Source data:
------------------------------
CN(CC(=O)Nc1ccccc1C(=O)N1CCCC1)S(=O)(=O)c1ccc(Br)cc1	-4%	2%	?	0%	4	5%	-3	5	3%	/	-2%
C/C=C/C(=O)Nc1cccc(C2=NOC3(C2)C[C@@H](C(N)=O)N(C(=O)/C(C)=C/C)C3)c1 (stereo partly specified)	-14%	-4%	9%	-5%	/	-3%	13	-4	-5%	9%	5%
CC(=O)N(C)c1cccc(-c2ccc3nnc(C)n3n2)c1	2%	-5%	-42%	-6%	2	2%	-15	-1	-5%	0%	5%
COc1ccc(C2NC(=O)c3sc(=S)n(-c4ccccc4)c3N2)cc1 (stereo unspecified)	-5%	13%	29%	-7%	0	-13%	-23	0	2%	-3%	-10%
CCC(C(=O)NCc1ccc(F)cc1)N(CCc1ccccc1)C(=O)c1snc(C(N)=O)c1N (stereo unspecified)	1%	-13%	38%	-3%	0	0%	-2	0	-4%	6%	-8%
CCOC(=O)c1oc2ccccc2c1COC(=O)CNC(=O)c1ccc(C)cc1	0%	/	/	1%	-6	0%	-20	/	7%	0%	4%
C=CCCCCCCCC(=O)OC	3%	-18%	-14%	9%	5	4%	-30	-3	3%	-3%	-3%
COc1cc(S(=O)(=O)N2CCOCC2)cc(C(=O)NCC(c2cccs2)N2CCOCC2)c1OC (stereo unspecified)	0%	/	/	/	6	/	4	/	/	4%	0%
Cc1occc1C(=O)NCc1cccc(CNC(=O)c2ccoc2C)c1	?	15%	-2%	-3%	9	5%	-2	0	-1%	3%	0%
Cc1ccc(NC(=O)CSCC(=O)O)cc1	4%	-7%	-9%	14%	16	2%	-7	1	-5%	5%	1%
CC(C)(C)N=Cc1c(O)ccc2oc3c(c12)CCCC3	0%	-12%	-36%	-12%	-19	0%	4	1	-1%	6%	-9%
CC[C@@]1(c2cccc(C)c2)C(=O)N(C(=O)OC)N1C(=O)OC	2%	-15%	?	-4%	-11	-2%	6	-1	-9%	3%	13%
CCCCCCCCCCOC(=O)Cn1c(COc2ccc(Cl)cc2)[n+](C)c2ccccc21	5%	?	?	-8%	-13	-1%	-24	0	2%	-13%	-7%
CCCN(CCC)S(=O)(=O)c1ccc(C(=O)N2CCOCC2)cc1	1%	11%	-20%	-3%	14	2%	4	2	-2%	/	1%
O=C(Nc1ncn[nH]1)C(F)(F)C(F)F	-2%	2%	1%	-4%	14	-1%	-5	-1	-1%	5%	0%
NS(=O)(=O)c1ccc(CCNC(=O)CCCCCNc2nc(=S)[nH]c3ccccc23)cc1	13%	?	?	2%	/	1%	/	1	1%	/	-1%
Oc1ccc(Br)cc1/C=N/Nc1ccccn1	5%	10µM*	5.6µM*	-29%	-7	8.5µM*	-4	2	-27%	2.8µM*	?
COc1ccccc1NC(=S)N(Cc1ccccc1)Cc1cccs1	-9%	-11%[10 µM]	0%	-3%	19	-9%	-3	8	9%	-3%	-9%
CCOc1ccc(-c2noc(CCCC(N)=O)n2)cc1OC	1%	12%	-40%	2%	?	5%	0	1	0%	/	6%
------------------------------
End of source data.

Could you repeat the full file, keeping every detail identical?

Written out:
CN(CC(=O)Nc1ccccc1C(=O)N1CCCC1)S(=O)(=O)c1ccc(Br)cc1	-4%	2%	?	0%	4	5%	-3	5	3%	/	-2%
C/C=C/C(=O)Nc1cccc(C2=NOC3(C2)C[C@@H](C(N)=O)N(C(=O)/C(C)=C/C)C3)c1 (stereo partly specified)	-14%	-4%	9%	-5%	/	-3%	13	-4	-5%	9%	5%
CC(=O)N(C)c1cccc(-c2ccc3nnc(C)n3n2)c1	2%	-5%	-42%	-6%	2	2%	-15	-1	-5%	0%	5%
COc1ccc(C2NC(=O)c3sc(=S)n(-c4ccccc4)c3N2)cc1 (stereo unspecified)	-5%	13%	29%	-7%	0	-13%	-23	0	2%	-3%	-10%
CCC(C(=O)NCc1ccc(F)cc1)N(CCc1ccccc1)C(=O)c1snc(C(N)=O)c1N (stereo unspecified)	1%	-13%	38%	-3%	0	0%	-2	0	-4%	6%	-8%
CCOC(=O)c1oc2ccccc2c1COC(=O)CNC(=O)c1ccc(C)cc1	0%	/	/	1%	-6	0%	-20	/	7%	0%	4%
C=CCCCCCCCC(=O)OC	3%	-18%	-14%	9%	5	4%	-30	-3	3%	-3%	-3%
COc1cc(S(=O)(=O)N2CCOCC2)cc(C(=O)NCC(c2cccs2)N2CCOCC2)c1OC (stereo unspecified)	0%	/	/	/	6	/	4	/	/	4%	0%
Cc1occc1C(=O)NCc1cccc(CNC(=O)c2ccoc2C)c1	?	15%	-2%	-3%	9	5%	-2	0	-1%	3%	0%
Cc1ccc(NC(=O)CSCC(=O)O)cc1	4%	-7%	-9%	14%	16	2%	-7	1	-5%	5%	1%
CC(C)(C)N=Cc1c(O)ccc2oc3c(c12)CCCC3	0%	-12%	-36%	-12%	-19	0%	4	1	-1%	6%	-9%
CC[C@@]1(c2cccc(C)c2)C(=O)N(C(=O)OC)N1C(=O)OC	2%	-15%	?	-4%	-11	-2%	6	-1	-9%	3%	13%
CCCCCCCCCCOC(=O)Cn1c(COc2ccc(Cl)cc2)[n+](C)c2ccccc21	5%	?	?	-8%	-13	-1%	-24	0	2%	-13%	-7%
CCCN(CCC)S(=O)(=O)c1ccc(C(=O)N2CCOCC2)cc1	1%	11%	-20%	-3%	14	2%	4	2	-2%	/	1%
O=C(Nc1ncn[nH]1)C(F)(F)C(F)F	-2%	2%	1%	-4%	14	-1%	-5	-1	-1%	5%	0%
NS(=O)(=O)c1ccc(CCNC(=O)CCCCCNc2nc(=S)[nH]c3ccccc23)cc1	13%	?	?	2%	/	1%	/	1	1%	/	-1%
Oc1ccc(Br)cc1/C=N/Nc1ccccn1	5%	10µM*	5.6µM*	-29%	-7	8.5µM*	-4	2	-27%	2.8µM*	?
COc1ccccc1NC(=S)N(Cc1ccccc1)Cc1cccs1	-9%	-11%[10 µM]	0%	-3%	19	-9%	-3	8	9%	-3%	-9%
CCOc1ccc(-c2noc(CCCC(N)=O)n2)cc1OC	1%	12%	-40%	2%	?	5%	0	1	0%	/	6%